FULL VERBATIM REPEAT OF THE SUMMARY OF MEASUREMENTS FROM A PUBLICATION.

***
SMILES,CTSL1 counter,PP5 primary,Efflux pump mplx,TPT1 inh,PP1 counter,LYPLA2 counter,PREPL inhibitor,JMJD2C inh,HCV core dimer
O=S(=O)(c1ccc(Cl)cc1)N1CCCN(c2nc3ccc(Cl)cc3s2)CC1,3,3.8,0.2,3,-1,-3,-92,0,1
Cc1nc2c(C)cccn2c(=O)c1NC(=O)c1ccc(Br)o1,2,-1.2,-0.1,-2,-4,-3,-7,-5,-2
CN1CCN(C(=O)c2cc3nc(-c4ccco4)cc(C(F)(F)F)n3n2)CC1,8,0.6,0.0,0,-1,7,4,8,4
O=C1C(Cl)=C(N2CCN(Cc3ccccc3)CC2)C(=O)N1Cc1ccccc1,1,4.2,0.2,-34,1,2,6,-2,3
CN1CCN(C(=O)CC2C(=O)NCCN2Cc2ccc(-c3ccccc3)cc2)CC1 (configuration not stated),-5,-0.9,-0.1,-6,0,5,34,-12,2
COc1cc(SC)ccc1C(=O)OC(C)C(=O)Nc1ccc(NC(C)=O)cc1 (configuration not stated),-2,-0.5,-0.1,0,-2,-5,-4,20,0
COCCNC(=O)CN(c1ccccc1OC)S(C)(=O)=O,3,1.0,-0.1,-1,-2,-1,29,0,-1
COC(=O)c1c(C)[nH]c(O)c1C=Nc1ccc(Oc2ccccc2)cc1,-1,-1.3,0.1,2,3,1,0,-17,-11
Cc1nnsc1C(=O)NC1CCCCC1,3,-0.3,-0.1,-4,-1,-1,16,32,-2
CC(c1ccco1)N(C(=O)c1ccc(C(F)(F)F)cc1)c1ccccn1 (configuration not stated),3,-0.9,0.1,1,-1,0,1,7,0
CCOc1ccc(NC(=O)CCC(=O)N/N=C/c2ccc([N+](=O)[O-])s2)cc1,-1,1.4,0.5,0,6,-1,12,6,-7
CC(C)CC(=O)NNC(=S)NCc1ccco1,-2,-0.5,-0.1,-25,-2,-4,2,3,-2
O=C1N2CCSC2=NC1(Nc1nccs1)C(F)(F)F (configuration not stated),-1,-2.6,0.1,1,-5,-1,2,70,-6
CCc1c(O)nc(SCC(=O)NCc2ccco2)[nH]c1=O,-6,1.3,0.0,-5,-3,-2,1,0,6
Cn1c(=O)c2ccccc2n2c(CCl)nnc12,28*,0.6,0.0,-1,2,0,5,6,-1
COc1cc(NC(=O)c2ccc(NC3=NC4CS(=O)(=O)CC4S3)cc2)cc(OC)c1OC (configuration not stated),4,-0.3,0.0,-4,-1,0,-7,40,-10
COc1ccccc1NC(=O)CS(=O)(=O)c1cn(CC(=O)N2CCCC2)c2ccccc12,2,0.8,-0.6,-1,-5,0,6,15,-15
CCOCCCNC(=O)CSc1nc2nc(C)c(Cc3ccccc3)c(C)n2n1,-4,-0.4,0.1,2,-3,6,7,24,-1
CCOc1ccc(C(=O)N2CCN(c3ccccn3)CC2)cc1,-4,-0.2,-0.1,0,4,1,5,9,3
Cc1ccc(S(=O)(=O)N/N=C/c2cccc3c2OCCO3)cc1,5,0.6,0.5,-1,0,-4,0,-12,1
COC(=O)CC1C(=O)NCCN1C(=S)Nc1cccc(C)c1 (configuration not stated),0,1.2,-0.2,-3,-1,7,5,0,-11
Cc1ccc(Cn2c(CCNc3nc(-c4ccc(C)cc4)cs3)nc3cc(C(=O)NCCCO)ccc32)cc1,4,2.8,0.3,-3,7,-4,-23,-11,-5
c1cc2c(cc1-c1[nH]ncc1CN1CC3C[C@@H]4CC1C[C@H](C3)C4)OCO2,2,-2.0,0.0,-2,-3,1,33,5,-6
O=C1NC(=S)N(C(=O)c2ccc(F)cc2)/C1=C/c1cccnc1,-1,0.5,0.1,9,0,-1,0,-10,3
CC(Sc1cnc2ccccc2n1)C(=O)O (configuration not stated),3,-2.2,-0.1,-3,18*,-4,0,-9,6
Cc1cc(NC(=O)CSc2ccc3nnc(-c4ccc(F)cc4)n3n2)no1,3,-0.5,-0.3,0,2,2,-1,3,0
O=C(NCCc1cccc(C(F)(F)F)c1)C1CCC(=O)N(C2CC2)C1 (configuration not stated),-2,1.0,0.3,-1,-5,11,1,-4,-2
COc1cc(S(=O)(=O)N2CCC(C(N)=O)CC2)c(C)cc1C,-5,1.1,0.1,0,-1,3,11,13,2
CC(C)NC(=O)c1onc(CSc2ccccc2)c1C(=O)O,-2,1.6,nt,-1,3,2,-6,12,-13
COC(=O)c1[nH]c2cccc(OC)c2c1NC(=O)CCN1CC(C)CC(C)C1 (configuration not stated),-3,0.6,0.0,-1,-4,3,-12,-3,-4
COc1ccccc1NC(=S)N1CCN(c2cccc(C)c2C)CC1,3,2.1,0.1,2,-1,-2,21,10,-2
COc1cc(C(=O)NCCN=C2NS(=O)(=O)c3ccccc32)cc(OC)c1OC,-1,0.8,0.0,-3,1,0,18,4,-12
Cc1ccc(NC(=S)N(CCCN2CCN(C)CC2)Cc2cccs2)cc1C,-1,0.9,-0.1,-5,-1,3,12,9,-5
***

SMILES,CTSL1 counter,PP5 primary,Efflux pump mplx,TPT1 inh,PP1 counter,LYPLA2 counter,PREPL inhibitor,JMJD2C inh,HCV core dimer
O=S(=O)(c1ccc(Cl)cc1)N1CCCN(c2nc3ccc(Cl)cc3s2)CC1,3,3.8,0.2,3,-1,-3,-92,0,1
Cc1nc2c(C)cccn2c(=O)c1NC(=O)c1ccc(Br)o1,2,-1.2,-0.1,-2,-4,-3,-7,-5,-2
CN1CCN(C(=O)c2cc3nc(-c4ccco4)cc(C(F)(F)F)n3n2)CC1,8,0.6,0.0,0,-1,7,4,8,4
O=C1C(Cl)=C(N2CCN(Cc3ccccc3)CC2)C(=O)N1Cc1ccccc1,1,4.2,0.2,-34,1,2,6,-2,3
CN1CCN(C(=O)CC2C(=O)NCCN2Cc2ccc(-c3ccccc3)cc2)CC1 (configuration not stated),-5,-0.9,-0.1,-6,0,5,34,-12,2
COc1cc(SC)ccc1C(=O)OC(C)C(=O)Nc1ccc(NC(C)=O)cc1 (configuration not stated),-2,-0.5,-0.1,0,-2,-5,-4,20,0
COCCNC(=O)CN(c1ccccc1OC)S(C)(=O)=O,3,1.0,-0.1,-1,-2,-1,29,0,-1
COC(=O)c1c(C)[nH]c(O)c1C=Nc1ccc(Oc2ccccc2)cc1,-1,-1.3,0.1,2,3,1,0,-17,-11
Cc1nnsc1C(=O)NC1CCCCC1,3,-0.3,-0.1,-4,-1,-1,16,32,-2
CC(c1ccco1)N(C(=O)c1ccc(C(F)(F)F)cc1)c1ccccn1 (configuration not stated),3,-0.9,0.1,1,-1,0,1,7,0
CCOc1ccc(NC(=O)CCC(=O)N/N=C/c2ccc([N+](=O)[O-])s2)cc1,-1,1.4,0.5,0,6,-1,12,6,-7
CC(C)CC(=O)NNC(=S)NCc1ccco1,-2,-0.5,-0.1,-25,-2,-4,2,3,-2
O=C1N2CCSC2=NC1(Nc1nccs1)C(F)(F)F (configuration not stated),-1,-2.6,0.1,1,-5,-1,2,70,-6
CCc1c(O)nc(SCC(=O)NCc2ccco2)[nH]c1=O,-6,1.3,0.0,-5,-3,-2,1,0,6
Cn1c(=O)c2ccccc2n2c(CCl)nnc12,28*,0.6,0.0,-1,2,0,5,6,-1
COc1cc(NC(=O)c2ccc(NC3=NC4CS(=O)(=O)CC4S3)cc2)cc(OC)c1OC (configuration not stated),4,-0.3,0.0,-4,-1,0,-7,40,-10
COc1ccccc1NC(=O)CS(=O)(=O)c1cn(CC(=O)N2CCCC2)c2ccccc12,2,0.8,-0.6,-1,-5,0,6,15,-15
CCOCCCNC(=O)CSc1nc2nc(C)c(Cc3ccccc3)c(C)n2n1,-4,-0.4,0.1,2,-3,6,7,24,-1
CCOc1ccc(C(=O)N2CCN(c3ccccn3)CC2)cc1,-4,-0.2,-0.1,0,4,1,5,9,3
Cc1ccc(S(=O)(=O)N/N=C/c2cccc3c2OCCO3)cc1,5,0.6,0.5,-1,0,-4,0,-12,1
COC(=O)CC1C(=O)NCCN1C(=S)Nc1cccc(C)c1 (configuration not stated),0,1.2,-0.2,-3,-1,7,5,0,-11
Cc1ccc(Cn2c(CCNc3nc(-c4ccc(C)cc4)cs3)nc3cc(C(=O)NCCCO)ccc32)cc1,4,2.8,0.3,-3,7,-4,-23,-11,-5
c1cc2c(cc1-c1[nH]ncc1CN1CC3C[C@@H]4CC1C[C@H](C3)C4)OCO2,2,-2.0,0.0,-2,-3,1,33,5,-6
O=C1NC(=S)N(C(=O)c2ccc(F)cc2)/C1=C/c1cccnc1,-1,0.5,0.1,9,0,-1,0,-10,3
CC(Sc1cnc2ccccc2n1)C(=O)O (configuration not stated),3,-2.2,-0.1,-3,18*,-4,0,-9,6
Cc1cc(NC(=O)CSc2ccc3nnc(-c4ccc(F)cc4)n3n2)no1,3,-0.5,-0.3,0,2,2,-1,3,0
O=C(NCCc1cccc(C(F)(F)F)c1)C1CCC(=O)N(C2CC2)C1 (configuration not stated),-2,1.0,0.3,-1,-5,11,1,-4,-2
COc1cc(S(=O)(=O)N2CCC(C(N)=O)CC2)c(C)cc1C,-5,1.1,0.1,0,-1,3,11,13,2
CC(C)NC(=O)c1onc(CSc2ccccc2)c1C(=O)O,-2,1.6,nt,-1,3,2,-6,12,-13
COC(=O)c1[nH]c2cccc(OC)c2c1NC(=O)CCN1CC(C)CC(C)C1 (configuration not stated),-3,0.6,0.0,-1,-4,3,-12,-3,-4
COc1ccccc1NC(=S)N1CCN(c2cccc(C)c2C)CC1,3,2.1,0.1,2,-1,-2,21,10,-2
COc1cc(C(=O)NCCN=C2NS(=O)(=O)c3ccccc32)cc(OC)c1OC,-1,0.8,0.0,-3,1,0,18,4,-12
Cc1ccc(NC(=S)N(CCCN2CCN(C)CC2)Cc2cccs2)cc1C,-1,0.9,-0.1,-5,-1,3,12,9,-5